She only went back to Dinah’s the next night because she knew Aster wasn’t supposed to be working, so of course Aster was standing directly in front of her before the door could even close. It was early, yet, and there were only a few people scattered around the tables and the bar, watching a man in a MTA uniform growl his way through “Dancing in the Dark.”
“You’re not supposed…what the fuck are you wearing?”
Aster had once told Peggy the look they were going for was ‘Ziggy Stardust moonlighting as a librarian.’ Lots of slacks and button down shirts and sweater vests and suspenders, but always in bright colors. Topped with their ‘signature’ pale purple hair and a full face of makeup. Now, Aster was standing in front of her wearing head to toe black, including goth-like makeup and their hair hidden under a black beanie.
Peggy crossed her arms. “You very pointedly told me once that wearing all black was only for judges and mimes.”
“And I was wrong,” Aster said. “It’s for judges, mimes, and ass-kicking. Which is what we’re about to do.”
Peggy tried to walk around Aster. “I told you, that’s not something I can do.”
Aster grabbed her arm. “I asked around. I know where she is. Right now. We can find her, and we can stop her before she hurts anyone else.”
“You shouldn’t have done that,” Peggy said, pulling her arm back. “You’re going to get yourself noticed by dangerous people.”
Peggy started to walk to the bar, knowing she hadn’t actually won.
“You know I almost died last night,” Aster said, following. “That kind of got lost in the shuffle of, you know, finding out your grandmother-”
Peggy turned on her heels and closed in on Aster, trying to get them to stop yelling. They did, but they didn’t stop talking.
“-is a god, and that gods are a thing, and that vampires are a thing. But I realized it when I got home last night. I almost died. If you had come out just a few seconds later, that thing would have killed me and left my body in an alley. And that scares me. But what terrifies me is that she’s still out there. And she’s going to do it to somebody else. And I can’t live with myself if I don’t do something about it. So, I’m going out to find her. You can come, or you can cry about it, but I’m not just going to pretend everything is fine.”
With nothing more than a last glare in her direction, Aster turned around and headed out the front door. Peggy chewed her thumbnail. What were the chances Aster was lying, and wasn’t about to throw themselves face first into a vampire they didn’t know a thing about fighting?
She caught up with them halfway down the block.
“Since when have you been this righteous?”
Aster tried and failed to hide a smirk. “I’ve always been this righteous, you just don’t know me as well as you think you do.”
It was Wednesday night, so the streets were fairly quiet. It was that in-between time, when the shops have closed but the bars hadn’t filled up with all their regulars quite yet. Besides the sound of the trolley chugging down the street next to them and the usual background city noises, the only sound was their footsteps.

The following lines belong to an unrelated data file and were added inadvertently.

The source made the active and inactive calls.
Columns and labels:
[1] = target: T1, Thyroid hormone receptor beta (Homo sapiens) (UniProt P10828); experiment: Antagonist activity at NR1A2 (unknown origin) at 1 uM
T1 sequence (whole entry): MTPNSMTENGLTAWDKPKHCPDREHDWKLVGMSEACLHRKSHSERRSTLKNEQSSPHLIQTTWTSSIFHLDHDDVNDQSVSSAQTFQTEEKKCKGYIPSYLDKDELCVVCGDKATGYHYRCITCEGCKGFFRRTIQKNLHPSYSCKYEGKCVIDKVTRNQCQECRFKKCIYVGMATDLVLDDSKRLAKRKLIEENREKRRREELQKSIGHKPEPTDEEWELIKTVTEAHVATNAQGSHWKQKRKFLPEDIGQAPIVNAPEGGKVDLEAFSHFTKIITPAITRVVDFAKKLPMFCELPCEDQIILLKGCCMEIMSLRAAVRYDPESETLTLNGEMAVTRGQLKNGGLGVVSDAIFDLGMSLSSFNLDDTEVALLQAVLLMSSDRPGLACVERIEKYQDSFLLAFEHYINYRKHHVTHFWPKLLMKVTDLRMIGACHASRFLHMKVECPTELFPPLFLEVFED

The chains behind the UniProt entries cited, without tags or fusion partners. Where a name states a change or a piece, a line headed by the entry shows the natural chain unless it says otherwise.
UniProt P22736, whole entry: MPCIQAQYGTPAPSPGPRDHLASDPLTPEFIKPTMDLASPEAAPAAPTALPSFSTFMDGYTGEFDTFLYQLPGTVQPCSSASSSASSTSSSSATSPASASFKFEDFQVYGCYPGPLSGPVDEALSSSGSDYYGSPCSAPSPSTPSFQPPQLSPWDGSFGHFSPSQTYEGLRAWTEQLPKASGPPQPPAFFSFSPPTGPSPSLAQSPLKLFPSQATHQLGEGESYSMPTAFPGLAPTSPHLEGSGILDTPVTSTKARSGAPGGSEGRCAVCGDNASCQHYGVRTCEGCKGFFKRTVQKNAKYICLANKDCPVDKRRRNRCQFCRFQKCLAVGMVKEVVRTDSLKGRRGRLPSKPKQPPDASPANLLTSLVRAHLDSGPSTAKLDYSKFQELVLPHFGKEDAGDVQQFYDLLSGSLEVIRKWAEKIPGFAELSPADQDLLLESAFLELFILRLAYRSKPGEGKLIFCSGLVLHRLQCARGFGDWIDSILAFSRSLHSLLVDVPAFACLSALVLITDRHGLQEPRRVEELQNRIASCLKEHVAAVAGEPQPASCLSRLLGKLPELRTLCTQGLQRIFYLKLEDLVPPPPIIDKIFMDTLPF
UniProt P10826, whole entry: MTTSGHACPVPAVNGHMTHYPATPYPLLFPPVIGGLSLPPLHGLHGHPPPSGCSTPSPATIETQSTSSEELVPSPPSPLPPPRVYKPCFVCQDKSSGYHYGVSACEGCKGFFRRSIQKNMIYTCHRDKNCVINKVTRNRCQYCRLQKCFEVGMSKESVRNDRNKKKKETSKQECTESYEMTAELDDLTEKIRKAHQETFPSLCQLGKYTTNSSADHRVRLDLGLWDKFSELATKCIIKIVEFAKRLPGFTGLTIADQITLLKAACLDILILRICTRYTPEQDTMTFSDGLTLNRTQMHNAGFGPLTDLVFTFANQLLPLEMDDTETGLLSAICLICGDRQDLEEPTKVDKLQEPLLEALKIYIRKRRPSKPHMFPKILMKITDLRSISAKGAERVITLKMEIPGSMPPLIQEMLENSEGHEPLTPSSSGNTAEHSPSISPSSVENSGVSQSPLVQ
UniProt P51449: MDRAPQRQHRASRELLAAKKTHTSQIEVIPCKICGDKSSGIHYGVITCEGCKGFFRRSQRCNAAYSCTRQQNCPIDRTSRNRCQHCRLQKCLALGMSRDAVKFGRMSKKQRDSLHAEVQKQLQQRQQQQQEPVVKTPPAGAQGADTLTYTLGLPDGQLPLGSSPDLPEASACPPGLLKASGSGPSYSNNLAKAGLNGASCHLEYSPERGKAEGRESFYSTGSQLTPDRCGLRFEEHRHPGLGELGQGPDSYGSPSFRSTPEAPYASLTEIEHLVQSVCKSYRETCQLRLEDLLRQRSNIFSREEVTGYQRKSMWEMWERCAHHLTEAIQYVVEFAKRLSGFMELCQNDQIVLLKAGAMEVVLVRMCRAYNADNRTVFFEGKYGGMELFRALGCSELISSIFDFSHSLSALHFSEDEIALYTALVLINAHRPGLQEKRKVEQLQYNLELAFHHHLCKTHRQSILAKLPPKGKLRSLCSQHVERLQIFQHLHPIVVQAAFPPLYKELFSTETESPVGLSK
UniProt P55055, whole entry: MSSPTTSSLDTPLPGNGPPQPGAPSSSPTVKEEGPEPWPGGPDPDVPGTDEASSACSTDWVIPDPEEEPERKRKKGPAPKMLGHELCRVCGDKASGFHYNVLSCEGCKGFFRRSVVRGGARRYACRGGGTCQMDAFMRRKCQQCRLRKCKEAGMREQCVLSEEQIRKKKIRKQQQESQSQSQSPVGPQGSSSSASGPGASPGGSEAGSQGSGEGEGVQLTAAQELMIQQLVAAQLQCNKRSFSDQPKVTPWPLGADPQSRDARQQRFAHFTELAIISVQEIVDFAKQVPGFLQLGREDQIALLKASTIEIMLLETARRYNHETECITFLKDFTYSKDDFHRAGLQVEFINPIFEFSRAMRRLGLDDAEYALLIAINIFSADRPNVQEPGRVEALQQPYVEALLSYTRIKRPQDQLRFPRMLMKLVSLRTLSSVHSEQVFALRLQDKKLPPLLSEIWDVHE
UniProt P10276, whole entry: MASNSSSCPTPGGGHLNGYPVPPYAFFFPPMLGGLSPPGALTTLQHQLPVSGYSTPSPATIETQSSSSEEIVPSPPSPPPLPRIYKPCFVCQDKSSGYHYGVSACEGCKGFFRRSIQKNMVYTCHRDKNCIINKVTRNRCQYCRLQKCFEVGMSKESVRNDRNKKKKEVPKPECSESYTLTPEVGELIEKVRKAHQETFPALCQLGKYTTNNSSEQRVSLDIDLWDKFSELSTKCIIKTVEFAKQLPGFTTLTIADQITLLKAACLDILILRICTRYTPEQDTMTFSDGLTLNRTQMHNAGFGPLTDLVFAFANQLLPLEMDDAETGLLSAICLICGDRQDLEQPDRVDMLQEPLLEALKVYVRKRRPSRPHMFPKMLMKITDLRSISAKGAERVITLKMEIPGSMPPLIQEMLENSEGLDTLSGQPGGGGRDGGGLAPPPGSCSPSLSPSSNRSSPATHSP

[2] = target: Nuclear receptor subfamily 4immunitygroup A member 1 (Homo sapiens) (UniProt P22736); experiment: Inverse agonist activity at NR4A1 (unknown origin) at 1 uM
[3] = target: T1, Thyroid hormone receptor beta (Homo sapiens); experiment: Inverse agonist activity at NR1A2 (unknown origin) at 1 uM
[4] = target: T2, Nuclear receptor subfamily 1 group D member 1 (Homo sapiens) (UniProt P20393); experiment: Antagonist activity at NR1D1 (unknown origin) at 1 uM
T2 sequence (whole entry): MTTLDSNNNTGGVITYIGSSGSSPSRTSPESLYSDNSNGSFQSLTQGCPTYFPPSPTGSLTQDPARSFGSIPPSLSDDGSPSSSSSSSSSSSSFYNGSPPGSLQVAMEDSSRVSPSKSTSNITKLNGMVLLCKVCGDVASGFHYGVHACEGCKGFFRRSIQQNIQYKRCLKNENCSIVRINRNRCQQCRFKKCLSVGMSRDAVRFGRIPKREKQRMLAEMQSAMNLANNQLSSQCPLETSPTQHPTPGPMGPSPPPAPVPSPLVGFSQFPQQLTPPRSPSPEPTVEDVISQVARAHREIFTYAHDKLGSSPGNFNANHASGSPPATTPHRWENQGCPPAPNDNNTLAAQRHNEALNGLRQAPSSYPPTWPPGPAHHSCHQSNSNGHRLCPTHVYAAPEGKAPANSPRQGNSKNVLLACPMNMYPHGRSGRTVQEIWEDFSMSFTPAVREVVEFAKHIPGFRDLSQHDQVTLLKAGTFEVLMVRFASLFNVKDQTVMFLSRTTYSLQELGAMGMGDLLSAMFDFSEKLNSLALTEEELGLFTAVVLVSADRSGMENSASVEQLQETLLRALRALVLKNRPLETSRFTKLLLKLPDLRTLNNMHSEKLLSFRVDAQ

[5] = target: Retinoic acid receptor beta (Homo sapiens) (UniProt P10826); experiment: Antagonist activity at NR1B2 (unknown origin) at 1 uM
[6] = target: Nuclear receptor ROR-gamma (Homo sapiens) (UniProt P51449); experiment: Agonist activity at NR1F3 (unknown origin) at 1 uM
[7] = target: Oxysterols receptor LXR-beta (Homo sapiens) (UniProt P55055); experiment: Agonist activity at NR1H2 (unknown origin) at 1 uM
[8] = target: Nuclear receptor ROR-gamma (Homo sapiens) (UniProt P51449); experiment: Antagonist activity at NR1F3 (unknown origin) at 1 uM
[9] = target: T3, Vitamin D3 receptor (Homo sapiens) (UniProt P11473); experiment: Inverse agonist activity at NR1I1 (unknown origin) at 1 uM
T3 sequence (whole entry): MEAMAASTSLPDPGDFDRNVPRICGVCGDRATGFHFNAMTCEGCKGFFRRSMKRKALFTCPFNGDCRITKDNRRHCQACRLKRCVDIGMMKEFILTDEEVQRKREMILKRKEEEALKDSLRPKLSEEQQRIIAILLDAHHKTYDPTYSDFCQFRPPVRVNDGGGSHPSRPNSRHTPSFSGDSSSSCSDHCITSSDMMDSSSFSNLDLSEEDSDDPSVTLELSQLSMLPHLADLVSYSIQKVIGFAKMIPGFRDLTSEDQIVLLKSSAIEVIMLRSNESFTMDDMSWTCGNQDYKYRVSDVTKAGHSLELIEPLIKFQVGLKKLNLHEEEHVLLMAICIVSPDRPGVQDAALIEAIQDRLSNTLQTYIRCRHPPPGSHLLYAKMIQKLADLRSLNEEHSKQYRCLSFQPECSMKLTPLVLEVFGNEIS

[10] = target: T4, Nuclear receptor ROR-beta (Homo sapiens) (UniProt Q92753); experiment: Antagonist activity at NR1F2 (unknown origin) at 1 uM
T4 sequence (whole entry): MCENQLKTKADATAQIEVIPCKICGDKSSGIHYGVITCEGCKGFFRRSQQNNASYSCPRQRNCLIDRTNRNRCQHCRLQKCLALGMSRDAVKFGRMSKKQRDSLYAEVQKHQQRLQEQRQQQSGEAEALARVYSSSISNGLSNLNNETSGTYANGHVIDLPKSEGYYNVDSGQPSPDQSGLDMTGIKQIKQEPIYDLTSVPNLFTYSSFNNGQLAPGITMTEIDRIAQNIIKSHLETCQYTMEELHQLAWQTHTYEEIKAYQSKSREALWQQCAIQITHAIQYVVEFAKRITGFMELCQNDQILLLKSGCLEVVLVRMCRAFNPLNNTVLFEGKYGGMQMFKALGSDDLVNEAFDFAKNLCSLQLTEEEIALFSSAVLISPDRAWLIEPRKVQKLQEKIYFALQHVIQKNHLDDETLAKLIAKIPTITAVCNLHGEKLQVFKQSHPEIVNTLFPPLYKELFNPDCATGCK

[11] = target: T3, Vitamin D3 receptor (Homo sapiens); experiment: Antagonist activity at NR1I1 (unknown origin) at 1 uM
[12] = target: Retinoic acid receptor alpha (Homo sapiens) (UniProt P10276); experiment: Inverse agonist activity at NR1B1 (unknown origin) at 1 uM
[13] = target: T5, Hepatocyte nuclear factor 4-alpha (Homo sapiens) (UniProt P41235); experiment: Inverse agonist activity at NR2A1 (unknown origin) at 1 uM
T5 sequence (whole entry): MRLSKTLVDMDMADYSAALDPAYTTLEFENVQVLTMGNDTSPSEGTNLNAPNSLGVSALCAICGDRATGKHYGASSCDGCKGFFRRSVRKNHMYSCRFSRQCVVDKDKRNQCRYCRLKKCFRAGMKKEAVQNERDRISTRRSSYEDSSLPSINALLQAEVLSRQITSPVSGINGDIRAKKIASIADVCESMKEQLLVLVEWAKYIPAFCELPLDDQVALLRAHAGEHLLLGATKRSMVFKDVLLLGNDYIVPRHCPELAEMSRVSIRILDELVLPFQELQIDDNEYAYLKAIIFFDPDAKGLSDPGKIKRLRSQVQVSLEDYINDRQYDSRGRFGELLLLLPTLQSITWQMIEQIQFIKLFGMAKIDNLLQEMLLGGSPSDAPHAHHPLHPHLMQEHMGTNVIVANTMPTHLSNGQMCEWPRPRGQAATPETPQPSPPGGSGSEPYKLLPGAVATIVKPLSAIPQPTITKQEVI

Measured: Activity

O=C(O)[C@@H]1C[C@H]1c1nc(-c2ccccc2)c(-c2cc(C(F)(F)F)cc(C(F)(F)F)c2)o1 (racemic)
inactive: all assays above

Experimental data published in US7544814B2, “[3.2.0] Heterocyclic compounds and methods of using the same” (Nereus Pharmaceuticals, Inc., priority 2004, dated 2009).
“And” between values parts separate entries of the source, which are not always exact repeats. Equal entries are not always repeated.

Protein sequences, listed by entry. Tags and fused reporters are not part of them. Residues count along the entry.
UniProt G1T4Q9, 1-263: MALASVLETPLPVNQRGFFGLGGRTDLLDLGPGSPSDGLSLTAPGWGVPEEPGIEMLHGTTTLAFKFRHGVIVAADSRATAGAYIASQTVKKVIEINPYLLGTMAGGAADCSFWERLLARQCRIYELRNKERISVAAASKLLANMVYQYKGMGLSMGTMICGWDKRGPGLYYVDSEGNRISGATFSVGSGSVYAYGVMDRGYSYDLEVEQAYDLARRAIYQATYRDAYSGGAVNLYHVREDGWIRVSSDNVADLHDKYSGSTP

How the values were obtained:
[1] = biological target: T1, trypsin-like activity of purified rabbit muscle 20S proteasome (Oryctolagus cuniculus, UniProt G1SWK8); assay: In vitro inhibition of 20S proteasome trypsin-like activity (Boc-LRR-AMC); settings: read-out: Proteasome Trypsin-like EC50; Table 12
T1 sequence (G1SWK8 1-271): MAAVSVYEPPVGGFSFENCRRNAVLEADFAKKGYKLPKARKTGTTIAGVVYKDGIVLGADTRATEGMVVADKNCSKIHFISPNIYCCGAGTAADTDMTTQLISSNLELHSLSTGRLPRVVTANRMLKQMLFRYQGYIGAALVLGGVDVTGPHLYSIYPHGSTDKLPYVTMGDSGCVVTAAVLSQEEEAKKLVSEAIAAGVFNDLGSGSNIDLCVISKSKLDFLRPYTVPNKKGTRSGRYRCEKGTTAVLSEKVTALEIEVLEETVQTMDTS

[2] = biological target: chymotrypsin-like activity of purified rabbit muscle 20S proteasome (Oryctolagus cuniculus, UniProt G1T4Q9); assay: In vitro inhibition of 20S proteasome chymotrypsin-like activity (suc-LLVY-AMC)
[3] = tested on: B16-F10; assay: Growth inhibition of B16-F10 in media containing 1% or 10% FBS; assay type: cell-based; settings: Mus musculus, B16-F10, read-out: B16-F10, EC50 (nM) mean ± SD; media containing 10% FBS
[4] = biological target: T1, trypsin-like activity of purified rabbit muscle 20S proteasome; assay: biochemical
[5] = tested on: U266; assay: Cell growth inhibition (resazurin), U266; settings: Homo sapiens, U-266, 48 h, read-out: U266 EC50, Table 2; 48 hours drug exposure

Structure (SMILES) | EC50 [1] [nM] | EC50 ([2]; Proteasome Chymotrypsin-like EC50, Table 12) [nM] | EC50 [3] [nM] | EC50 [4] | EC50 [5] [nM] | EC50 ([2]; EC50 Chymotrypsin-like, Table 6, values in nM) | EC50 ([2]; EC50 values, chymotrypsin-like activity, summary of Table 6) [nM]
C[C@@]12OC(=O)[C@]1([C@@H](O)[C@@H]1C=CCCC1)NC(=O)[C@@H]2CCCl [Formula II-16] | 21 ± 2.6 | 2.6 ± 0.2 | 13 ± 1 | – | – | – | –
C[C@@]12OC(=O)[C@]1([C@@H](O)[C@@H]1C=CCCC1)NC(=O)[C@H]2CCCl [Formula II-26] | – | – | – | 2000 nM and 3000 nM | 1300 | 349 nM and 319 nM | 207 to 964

“Well?” Peggy asked. “Where is she?”
“Her name is Kristina, with a K,” Aster said with a scoff. “She’s been hanging out in the neighborhood for a few months now, bouncing between bars. But her favorite is the Thorny Crown.”
“That metal bar? I guess that explains the hair and the jeans.”
The Thorny Crown was only a couple blocks over from Dinah’s. It was in its own building, sharing a parking lot with a closed hairdresser’s. The spaces in the lot were almost entirely filled with motorcycles, with just a few junkers to break up the monotony. They stopped across the street, scanning the few people standing outside the door smoking. None of them were Kristina.
“What’s the plan?” Peggy asked.
Aster stopped fiddling with their jacket and looked at her. “I thought you would have the plan.”
“What? Why? Why on earth would I have a plan, I didn’t even want to do this in the first place.”
“Okay, okay, okay, stop,” Aster said, talking over her. “I just figured you would, since you’ve done this before.”
“I haven’t done this before! I can’t even remember the last time I was in a fight.”
“You were in one last night.”
“That wasn’t a real fight. I was just trying to get her to give up and leave, I wasn’t trying to ki-”
Peggy cut off as a young couple walked by them on the sidewalk. Peggy and Aster smiled and waved and wished them a good night as they walked by, giving them increasingly weird and suspicious looks. When they had gotten far enough away, Peggy sighed.
“Do you even have a weapon? Something that will kill…them,” Peggy said, glancing around. If there was one vampire here, there might have been more.
Aster grinned at her, and reached into their jacket. What they pulled out looked like it had once been part of a staircase railing. The top of it, which Aster wiggled under Peggy’s nose, had been filed down to a sharp point.
“Wow,” Peggy said, taking it in her hand. “This is…this is actually really good. Where did you get this?”
“Let’s just say I am currently avoiding my landlord.”
Peggy bounced the stake in her hand, feeling the weight as she thought. “If I go in, she might get pissed to see me again and follow me out. On the other hand, she might run.”
“But if I go in, she should just follow me,” Aster said. She patted her neck where the gauze was hidden under a dark scarf. “Try to take another crack at me, or something.”
“I’ll stick to the corners, make sure she doesn’t see me, and-”
“No way. Like you said, she might run. I go in by myself and draw her out the back. You just be ready.”
“Fuck off, I’m not leaving you alone.”
“Yes, you are. But just for a few minutes. And if I don’t come out in, like, five minutes you come find me. And you had better be out there, because if she kills me I’m going to haunt you. Wait, are ghosts a thing?”
“Groovy. Let’s do this.”